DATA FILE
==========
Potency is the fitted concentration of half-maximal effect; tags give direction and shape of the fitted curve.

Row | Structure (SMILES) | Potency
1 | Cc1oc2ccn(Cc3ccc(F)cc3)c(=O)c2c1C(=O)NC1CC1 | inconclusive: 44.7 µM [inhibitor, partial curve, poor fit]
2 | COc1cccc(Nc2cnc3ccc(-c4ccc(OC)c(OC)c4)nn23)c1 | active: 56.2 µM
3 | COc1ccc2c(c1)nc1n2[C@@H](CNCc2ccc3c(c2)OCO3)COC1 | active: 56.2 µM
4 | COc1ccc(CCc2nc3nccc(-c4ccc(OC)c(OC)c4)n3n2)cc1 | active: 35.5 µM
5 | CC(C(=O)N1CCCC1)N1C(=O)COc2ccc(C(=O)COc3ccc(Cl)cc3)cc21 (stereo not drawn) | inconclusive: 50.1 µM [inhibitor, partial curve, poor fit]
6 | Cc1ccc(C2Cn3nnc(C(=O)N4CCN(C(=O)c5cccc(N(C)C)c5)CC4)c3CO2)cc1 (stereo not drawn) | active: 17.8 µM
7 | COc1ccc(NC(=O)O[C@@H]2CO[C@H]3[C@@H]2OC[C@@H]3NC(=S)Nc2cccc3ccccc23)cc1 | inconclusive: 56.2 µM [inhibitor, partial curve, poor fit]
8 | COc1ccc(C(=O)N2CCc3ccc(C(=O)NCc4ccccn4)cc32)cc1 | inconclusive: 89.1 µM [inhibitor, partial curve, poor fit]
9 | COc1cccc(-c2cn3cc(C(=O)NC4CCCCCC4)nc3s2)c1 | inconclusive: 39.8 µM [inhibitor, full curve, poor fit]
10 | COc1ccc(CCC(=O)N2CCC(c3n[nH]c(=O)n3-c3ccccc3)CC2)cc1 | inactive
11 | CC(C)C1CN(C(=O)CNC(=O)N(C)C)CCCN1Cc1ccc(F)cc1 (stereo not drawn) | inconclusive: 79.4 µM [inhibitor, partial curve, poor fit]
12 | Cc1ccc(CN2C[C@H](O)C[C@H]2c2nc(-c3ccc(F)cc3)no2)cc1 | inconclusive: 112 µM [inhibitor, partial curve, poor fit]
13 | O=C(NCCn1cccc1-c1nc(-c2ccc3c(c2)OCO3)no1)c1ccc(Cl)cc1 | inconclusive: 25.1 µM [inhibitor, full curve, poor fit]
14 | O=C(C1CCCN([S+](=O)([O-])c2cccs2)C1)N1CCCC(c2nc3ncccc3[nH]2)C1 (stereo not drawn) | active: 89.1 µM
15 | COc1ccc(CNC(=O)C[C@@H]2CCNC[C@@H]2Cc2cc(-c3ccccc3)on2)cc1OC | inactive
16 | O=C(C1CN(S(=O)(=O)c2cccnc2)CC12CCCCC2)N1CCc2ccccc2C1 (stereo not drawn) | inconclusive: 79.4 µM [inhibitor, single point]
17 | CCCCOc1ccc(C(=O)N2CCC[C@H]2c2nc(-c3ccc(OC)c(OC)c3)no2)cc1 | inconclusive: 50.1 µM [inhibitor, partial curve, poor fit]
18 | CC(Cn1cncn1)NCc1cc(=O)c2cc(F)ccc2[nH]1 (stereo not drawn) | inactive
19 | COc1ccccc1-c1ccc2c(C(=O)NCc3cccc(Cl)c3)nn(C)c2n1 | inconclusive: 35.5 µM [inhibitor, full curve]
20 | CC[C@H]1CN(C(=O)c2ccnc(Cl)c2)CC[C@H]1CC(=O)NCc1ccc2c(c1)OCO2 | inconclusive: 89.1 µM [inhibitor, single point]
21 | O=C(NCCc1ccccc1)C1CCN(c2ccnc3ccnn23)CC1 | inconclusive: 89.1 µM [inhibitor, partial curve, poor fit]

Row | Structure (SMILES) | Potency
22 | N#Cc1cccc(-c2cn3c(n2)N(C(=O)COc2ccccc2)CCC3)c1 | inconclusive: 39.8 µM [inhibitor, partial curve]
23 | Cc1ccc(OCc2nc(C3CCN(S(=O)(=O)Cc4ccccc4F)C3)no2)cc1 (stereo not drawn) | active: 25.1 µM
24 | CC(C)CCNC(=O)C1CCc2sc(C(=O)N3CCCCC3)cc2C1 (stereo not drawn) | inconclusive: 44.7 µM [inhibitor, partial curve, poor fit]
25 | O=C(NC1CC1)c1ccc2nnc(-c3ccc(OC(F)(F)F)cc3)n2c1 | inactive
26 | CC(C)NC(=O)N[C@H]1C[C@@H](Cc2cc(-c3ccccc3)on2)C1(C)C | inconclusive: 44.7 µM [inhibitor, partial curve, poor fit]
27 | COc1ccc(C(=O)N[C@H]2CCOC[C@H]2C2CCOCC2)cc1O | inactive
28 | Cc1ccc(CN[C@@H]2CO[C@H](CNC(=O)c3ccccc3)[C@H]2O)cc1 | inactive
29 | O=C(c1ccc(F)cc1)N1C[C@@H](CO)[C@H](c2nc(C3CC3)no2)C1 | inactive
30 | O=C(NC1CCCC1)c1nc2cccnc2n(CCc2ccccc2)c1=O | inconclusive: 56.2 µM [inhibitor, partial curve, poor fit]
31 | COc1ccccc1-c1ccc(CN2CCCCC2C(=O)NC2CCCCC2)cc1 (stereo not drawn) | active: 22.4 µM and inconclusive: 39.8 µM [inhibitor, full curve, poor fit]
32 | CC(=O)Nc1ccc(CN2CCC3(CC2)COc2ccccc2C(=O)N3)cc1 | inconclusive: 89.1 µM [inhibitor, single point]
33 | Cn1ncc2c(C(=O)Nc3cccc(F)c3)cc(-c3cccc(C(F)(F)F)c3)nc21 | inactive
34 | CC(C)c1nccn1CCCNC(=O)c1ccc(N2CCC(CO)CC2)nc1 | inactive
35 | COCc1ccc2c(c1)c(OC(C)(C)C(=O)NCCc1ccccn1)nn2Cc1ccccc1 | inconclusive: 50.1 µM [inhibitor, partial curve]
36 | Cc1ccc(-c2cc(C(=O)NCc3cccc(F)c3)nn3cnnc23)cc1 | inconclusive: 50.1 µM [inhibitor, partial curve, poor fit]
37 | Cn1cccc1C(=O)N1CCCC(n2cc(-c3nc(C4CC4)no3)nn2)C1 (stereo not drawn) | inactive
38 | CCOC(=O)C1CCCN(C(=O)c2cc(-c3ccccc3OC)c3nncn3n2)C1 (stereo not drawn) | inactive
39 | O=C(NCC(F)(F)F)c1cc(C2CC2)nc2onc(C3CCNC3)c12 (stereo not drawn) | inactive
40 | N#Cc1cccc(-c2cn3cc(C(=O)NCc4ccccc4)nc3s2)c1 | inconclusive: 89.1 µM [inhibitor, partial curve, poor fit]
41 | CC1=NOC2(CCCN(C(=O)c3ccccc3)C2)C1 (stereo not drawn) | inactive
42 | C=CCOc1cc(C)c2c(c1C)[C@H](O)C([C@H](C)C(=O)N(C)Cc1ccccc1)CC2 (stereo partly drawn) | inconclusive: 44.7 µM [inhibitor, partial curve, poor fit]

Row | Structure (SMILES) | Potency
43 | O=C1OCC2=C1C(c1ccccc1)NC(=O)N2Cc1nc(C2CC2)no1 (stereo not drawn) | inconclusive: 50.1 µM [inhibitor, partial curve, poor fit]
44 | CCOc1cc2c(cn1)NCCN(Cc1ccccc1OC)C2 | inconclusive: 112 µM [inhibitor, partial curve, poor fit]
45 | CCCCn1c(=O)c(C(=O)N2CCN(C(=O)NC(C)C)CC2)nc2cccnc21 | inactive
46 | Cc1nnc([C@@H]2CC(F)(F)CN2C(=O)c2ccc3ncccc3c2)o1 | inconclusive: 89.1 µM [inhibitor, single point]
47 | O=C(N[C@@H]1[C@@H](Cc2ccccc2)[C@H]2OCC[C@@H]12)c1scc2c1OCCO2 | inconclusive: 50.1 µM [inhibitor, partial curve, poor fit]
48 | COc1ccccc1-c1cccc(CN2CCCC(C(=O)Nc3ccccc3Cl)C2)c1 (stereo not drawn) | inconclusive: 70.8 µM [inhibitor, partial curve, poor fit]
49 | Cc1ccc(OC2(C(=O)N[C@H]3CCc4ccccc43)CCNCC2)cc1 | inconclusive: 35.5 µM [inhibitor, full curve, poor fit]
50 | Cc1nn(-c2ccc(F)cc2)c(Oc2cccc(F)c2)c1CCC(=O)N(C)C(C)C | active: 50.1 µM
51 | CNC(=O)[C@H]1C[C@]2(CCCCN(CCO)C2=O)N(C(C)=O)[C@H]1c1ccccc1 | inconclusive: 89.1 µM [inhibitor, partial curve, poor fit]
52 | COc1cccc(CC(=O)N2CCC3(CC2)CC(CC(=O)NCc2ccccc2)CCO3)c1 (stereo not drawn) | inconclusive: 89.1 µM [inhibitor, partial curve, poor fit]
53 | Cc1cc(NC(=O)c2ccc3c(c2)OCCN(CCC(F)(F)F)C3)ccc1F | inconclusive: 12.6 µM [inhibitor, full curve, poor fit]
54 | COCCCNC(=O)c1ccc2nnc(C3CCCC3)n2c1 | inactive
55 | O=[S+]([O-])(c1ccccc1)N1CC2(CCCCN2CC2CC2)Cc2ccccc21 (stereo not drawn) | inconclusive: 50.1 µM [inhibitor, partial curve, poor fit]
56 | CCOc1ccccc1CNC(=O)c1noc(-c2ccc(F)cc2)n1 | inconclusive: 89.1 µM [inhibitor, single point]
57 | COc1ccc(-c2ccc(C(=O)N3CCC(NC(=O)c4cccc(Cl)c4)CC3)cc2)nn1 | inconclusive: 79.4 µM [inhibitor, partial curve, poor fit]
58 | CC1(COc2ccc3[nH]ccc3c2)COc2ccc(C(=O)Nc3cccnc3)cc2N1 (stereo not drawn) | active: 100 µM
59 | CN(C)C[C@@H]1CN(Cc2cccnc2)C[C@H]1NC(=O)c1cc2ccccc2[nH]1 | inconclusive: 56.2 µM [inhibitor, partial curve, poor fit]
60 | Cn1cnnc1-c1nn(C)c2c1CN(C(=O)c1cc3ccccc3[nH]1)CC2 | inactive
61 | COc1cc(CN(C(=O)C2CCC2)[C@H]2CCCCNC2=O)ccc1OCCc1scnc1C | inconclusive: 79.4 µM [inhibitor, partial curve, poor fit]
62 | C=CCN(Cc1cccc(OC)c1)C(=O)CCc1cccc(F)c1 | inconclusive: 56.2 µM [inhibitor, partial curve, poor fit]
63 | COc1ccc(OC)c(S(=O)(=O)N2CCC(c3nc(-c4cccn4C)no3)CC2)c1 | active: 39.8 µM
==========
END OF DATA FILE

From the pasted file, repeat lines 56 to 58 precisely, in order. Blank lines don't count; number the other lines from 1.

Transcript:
52 | COc1cccc(CC(=O)N2CCC3(CC2)CC(CC(=O)NCc2ccccc2)CCO3)c1 (stereo not drawn) | inconclusive: 89.1 µM [inhibitor, partial curve, poor fit]
53 | Cc1cc(NC(=O)c2ccc3c(c2)OCCN(CCC(F)(F)F)C3)ccc1F | inconclusive: 12.6 µM [inhibitor, full curve, poor fit]
54 | COCCCNC(=O)c1ccc2nnc(C3CCCC3)n2c1 | inactive